| 17.9°C Dublin

Training tips: breathing, hydration and fuel for the body


  Sabrina Carey, from Elverys' Power Team, with Team Herald's Jennifer Reid

Sabrina Carey, from Elverys' Power Team, with Team Herald's Jennifer Reid

Sabrina Carey, from Elverys' Power Team, with Team Herald's Jennifer Reid

Whether a walker, jogger or runner, you must follow this advice – don't forget to breathe. Here are some tips on breathing that can be incorporated into training in the lead up to the Flora Women's Mini Marathon.

Focus on the exhale, as you will always remember to breathe in. Exhaling will empty your lungs and create a vacuum for air to rush back into the lungs. This is an excellent technique to use if you get short of breath while training or find it hard to maintain a steady rhythm.

Take deep breaths ("tummy-breathe") with the aim being to draw your breath into the lower part of your lungs. Oxygen delivery to the blood is optimal here, meaning improved performance.

Good posture will make breathing easier, as it allows your chest cavity to expand and retract as required. Maintaining an upright posture and avoiding slouching or hunching forward is best. If you struggle to do this on a daily basis, I recommend performing pilates to strengthen core and stabilising muscles. Drop your shoulders back and down, away from your ears, to automatically relax your upper body. Do this several times a day – at work, in the car, at training.


One of the other essentials to life (and training), is water and we cannot survive without it. Performance can be adversely affected by complaints, such as stomach pains, bloating and diarrhoea, which can be avoided with good hydration. Water is the best fluid choice for events lasting under 90 minutes.

Maintaining a hydrated state allows nutrients to circulate, wastes to be effectively removed and temperature to be regulated.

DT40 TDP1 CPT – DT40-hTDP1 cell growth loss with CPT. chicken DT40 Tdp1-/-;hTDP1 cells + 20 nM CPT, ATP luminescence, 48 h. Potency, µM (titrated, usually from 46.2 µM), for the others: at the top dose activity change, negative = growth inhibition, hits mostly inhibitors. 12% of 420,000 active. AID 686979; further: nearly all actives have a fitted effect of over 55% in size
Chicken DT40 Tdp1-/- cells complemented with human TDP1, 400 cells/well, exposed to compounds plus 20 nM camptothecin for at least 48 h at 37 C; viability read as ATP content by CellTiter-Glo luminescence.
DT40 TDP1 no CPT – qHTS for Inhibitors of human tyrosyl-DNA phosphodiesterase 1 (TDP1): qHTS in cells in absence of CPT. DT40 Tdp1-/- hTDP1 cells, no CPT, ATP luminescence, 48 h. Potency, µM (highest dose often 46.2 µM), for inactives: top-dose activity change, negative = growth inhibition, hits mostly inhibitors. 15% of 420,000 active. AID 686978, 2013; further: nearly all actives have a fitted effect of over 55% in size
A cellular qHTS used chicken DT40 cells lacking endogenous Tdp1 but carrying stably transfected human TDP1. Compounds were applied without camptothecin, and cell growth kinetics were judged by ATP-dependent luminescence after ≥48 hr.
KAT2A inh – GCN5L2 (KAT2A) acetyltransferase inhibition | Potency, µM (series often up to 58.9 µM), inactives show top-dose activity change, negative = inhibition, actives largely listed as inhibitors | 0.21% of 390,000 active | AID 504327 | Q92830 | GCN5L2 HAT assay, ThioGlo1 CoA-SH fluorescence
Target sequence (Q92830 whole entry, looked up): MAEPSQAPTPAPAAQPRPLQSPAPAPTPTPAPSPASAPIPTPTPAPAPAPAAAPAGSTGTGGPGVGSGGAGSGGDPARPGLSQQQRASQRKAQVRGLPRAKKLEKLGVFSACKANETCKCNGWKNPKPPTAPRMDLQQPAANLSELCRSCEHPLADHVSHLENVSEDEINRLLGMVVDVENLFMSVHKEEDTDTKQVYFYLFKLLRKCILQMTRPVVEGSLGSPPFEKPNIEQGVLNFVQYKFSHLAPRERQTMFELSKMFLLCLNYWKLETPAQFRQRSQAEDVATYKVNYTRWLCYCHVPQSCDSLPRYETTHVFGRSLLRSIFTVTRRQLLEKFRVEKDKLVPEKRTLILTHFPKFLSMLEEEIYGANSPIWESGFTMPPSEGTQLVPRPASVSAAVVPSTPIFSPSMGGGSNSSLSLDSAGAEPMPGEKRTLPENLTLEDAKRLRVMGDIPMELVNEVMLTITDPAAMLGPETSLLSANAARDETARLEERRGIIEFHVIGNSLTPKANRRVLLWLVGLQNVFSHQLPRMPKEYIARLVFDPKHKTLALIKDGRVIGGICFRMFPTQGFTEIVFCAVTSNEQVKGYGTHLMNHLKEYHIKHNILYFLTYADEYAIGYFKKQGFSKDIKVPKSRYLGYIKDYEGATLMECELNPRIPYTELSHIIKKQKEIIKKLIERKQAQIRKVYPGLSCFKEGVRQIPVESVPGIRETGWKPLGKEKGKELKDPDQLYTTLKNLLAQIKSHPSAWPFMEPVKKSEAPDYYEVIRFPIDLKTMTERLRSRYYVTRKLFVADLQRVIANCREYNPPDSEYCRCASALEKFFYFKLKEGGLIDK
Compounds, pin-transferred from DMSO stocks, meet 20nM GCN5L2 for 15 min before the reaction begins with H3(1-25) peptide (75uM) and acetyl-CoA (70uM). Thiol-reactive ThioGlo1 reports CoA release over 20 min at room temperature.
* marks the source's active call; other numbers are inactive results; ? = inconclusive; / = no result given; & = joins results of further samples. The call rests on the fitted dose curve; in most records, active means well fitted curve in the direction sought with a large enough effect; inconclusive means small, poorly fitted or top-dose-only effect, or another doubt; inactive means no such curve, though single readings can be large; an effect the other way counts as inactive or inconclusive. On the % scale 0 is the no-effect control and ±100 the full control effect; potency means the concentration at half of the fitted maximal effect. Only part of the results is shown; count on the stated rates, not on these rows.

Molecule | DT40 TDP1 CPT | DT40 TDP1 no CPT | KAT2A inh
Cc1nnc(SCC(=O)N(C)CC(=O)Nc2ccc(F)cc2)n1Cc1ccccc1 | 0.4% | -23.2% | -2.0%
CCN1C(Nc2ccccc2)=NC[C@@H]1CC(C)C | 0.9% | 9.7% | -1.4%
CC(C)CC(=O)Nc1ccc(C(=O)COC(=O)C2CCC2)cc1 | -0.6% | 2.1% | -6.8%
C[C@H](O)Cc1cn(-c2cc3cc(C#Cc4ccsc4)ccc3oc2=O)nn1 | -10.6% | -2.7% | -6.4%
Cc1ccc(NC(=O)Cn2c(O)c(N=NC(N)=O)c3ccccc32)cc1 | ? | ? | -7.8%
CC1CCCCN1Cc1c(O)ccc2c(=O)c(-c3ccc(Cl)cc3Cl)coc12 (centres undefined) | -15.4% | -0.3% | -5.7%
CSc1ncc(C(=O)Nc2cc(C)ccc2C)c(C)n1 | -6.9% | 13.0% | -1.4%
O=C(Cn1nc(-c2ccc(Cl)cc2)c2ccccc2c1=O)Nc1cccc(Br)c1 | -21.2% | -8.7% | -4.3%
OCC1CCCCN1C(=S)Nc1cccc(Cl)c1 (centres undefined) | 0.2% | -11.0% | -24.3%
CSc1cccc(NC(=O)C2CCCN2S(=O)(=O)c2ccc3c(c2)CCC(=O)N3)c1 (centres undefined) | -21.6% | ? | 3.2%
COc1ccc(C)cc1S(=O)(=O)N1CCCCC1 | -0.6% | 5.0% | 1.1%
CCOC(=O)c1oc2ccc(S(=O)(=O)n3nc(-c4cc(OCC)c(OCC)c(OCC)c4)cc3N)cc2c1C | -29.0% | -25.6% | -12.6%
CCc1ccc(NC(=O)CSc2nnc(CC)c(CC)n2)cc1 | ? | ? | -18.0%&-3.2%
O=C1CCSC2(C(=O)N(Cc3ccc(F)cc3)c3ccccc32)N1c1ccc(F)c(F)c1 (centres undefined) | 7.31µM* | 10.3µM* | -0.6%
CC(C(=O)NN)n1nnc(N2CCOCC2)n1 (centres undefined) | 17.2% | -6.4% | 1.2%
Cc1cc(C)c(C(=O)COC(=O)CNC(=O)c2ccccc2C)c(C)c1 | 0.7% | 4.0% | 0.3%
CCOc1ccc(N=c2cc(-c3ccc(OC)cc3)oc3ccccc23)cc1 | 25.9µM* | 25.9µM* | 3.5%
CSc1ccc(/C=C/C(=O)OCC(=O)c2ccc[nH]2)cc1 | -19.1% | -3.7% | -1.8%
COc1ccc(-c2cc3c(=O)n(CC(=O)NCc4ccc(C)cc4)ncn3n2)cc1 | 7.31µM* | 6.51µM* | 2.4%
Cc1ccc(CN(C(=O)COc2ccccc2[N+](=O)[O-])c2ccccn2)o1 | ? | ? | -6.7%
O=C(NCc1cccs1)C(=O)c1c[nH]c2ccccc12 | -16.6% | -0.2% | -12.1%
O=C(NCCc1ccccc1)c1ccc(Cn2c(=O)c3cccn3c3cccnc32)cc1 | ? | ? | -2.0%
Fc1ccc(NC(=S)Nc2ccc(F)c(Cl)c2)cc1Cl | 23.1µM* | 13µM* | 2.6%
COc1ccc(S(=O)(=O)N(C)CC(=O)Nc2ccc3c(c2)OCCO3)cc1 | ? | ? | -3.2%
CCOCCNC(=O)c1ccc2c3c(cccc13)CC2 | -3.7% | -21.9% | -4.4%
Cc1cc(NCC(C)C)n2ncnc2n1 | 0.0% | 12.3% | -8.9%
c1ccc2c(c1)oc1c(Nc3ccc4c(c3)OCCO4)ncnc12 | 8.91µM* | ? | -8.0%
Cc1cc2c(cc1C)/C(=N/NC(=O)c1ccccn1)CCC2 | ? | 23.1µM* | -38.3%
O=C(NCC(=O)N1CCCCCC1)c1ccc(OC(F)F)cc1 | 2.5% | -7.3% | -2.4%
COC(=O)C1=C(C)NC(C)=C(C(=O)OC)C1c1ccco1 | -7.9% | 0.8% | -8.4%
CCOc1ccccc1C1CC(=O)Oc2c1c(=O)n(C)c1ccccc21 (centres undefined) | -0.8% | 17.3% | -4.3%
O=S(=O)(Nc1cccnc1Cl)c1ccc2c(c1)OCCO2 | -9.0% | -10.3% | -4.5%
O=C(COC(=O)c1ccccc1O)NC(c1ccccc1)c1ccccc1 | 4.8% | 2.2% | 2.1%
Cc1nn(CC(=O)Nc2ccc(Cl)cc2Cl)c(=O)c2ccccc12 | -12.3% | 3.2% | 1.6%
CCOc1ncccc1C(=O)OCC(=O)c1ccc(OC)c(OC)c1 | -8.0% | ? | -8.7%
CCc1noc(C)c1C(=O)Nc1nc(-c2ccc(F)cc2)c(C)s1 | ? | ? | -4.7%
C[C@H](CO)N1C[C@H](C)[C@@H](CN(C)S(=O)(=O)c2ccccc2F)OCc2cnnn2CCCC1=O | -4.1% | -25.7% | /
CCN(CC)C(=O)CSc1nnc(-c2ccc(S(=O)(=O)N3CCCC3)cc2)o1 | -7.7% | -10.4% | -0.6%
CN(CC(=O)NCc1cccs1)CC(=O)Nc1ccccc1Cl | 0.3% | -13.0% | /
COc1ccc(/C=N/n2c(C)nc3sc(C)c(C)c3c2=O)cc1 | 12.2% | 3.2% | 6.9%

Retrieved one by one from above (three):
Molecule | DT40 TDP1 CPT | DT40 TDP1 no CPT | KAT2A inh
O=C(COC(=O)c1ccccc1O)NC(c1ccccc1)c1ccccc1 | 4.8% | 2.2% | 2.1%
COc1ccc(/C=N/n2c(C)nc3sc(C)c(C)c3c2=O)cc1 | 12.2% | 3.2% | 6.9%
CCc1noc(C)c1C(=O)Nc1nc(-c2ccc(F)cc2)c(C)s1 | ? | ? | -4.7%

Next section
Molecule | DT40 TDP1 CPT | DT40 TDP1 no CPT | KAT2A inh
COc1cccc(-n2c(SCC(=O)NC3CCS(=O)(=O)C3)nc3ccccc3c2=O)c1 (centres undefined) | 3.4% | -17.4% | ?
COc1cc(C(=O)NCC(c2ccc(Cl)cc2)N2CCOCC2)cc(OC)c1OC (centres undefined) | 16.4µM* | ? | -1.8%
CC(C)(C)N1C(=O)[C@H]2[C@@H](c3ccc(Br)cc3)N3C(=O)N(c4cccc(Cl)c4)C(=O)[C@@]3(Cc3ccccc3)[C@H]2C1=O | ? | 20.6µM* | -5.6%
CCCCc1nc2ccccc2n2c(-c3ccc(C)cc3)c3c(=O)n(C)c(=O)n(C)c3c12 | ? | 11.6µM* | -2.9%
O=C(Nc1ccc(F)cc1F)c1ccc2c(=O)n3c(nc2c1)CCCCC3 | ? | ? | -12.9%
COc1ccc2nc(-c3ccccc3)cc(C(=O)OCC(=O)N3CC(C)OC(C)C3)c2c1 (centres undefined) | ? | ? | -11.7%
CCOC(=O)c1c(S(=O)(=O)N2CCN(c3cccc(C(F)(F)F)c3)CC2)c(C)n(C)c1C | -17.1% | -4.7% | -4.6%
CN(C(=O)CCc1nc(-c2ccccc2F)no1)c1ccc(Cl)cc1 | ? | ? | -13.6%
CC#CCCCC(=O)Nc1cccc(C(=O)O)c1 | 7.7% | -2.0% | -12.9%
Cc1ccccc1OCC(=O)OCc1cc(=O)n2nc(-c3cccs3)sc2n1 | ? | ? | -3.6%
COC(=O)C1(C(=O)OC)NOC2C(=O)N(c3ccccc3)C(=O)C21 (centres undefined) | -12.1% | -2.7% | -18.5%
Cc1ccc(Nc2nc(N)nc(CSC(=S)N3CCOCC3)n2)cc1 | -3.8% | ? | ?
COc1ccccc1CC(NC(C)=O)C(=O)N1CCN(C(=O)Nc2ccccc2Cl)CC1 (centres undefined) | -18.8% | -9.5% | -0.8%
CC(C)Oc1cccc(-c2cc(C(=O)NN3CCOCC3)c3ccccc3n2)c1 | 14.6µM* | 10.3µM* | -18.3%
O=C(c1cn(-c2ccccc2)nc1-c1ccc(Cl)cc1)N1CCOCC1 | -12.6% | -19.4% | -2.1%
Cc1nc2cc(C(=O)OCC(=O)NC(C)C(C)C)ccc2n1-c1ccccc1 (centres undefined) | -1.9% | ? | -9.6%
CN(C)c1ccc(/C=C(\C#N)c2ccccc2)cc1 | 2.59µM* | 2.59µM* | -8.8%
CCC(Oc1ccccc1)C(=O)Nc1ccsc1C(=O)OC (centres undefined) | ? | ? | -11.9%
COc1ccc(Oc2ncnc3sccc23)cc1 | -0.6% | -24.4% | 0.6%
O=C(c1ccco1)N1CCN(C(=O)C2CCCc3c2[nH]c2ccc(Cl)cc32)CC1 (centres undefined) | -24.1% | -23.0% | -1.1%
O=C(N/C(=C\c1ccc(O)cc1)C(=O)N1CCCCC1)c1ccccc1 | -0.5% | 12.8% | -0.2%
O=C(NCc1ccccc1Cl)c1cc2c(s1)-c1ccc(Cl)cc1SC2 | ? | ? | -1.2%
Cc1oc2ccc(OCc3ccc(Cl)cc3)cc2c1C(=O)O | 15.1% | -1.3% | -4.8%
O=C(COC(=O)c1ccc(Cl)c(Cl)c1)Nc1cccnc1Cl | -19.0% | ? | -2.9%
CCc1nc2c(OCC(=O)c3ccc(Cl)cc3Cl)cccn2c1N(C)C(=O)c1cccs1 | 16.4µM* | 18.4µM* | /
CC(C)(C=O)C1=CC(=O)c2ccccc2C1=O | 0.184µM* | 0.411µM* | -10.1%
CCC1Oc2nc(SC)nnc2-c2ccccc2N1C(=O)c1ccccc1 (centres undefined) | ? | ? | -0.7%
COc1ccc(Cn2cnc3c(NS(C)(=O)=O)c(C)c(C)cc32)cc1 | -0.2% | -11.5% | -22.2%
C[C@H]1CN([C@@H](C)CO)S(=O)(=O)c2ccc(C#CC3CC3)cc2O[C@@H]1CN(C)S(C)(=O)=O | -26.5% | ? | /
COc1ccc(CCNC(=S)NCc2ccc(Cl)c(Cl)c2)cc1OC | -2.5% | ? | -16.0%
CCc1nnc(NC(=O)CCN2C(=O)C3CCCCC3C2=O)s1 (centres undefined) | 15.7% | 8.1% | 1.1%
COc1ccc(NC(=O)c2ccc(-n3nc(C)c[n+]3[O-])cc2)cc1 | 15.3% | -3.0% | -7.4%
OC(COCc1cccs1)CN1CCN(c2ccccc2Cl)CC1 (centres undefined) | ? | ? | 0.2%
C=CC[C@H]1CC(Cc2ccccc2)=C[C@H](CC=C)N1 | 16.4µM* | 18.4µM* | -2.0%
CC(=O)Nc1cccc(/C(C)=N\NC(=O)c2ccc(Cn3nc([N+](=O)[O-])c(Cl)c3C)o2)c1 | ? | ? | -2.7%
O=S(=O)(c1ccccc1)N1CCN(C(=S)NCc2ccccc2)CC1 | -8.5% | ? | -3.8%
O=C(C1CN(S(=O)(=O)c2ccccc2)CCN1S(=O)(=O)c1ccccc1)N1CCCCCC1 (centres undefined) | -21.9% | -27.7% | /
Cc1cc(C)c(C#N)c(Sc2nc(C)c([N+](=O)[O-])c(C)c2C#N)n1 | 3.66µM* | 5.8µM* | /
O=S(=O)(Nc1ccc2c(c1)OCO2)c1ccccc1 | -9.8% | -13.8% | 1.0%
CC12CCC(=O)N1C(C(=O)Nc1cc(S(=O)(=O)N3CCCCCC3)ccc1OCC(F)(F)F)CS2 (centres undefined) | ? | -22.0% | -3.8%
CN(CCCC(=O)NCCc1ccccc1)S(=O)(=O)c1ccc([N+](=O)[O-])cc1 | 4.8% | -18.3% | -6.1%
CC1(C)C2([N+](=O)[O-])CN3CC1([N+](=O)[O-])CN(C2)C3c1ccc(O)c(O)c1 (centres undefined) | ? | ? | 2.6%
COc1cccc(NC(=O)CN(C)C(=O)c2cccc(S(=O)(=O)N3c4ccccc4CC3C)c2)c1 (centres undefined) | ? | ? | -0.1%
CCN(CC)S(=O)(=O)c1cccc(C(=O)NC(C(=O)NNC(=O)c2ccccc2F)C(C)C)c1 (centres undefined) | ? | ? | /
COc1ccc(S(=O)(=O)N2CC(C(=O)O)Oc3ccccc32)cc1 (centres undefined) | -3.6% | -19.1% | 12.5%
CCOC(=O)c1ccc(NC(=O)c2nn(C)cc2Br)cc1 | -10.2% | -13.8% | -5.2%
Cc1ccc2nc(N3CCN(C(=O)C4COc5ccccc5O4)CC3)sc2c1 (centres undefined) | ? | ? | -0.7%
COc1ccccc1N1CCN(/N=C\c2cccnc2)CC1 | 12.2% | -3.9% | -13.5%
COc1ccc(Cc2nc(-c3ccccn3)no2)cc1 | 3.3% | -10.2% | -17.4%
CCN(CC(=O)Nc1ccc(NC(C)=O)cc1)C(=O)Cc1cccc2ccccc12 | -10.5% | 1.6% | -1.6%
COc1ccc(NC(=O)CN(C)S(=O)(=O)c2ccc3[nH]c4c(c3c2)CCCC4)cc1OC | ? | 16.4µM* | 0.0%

During exercise, sip on water by carrying a sports bottle when running/walking or bring a water bottle to your place of training. A pinch of sodium (i.e salt) can be added to your drink to assist in replacing electrolytes lost in sweat and improve fluid retention in the body. Slices of citrus fruits or frozen berries can improve taste.

Once you are breathing and your body is hydrated, it is time to turn your attention to fuel. Most importantly, remember you can never out-exercise a bad diet.

Without adequate nutrition, exercise will actually weaken the body and can lead to fatigue and injury. A well balanced diet of carbohydrates, protein, fat, vitamins and minerals will restore the body and allow you to reap the benefits of the hard work done in training.

As training load increases so too do the demands from your nutrition so be prepared to alter and review your diet. Nutritional supplements are available at Elverys Sports to help combat fatigue, allow ultimate repair and regeneration and ensure performance is unaffected. Expert staff in store will help you choose. > Sabrina Carey, Elverys Power Team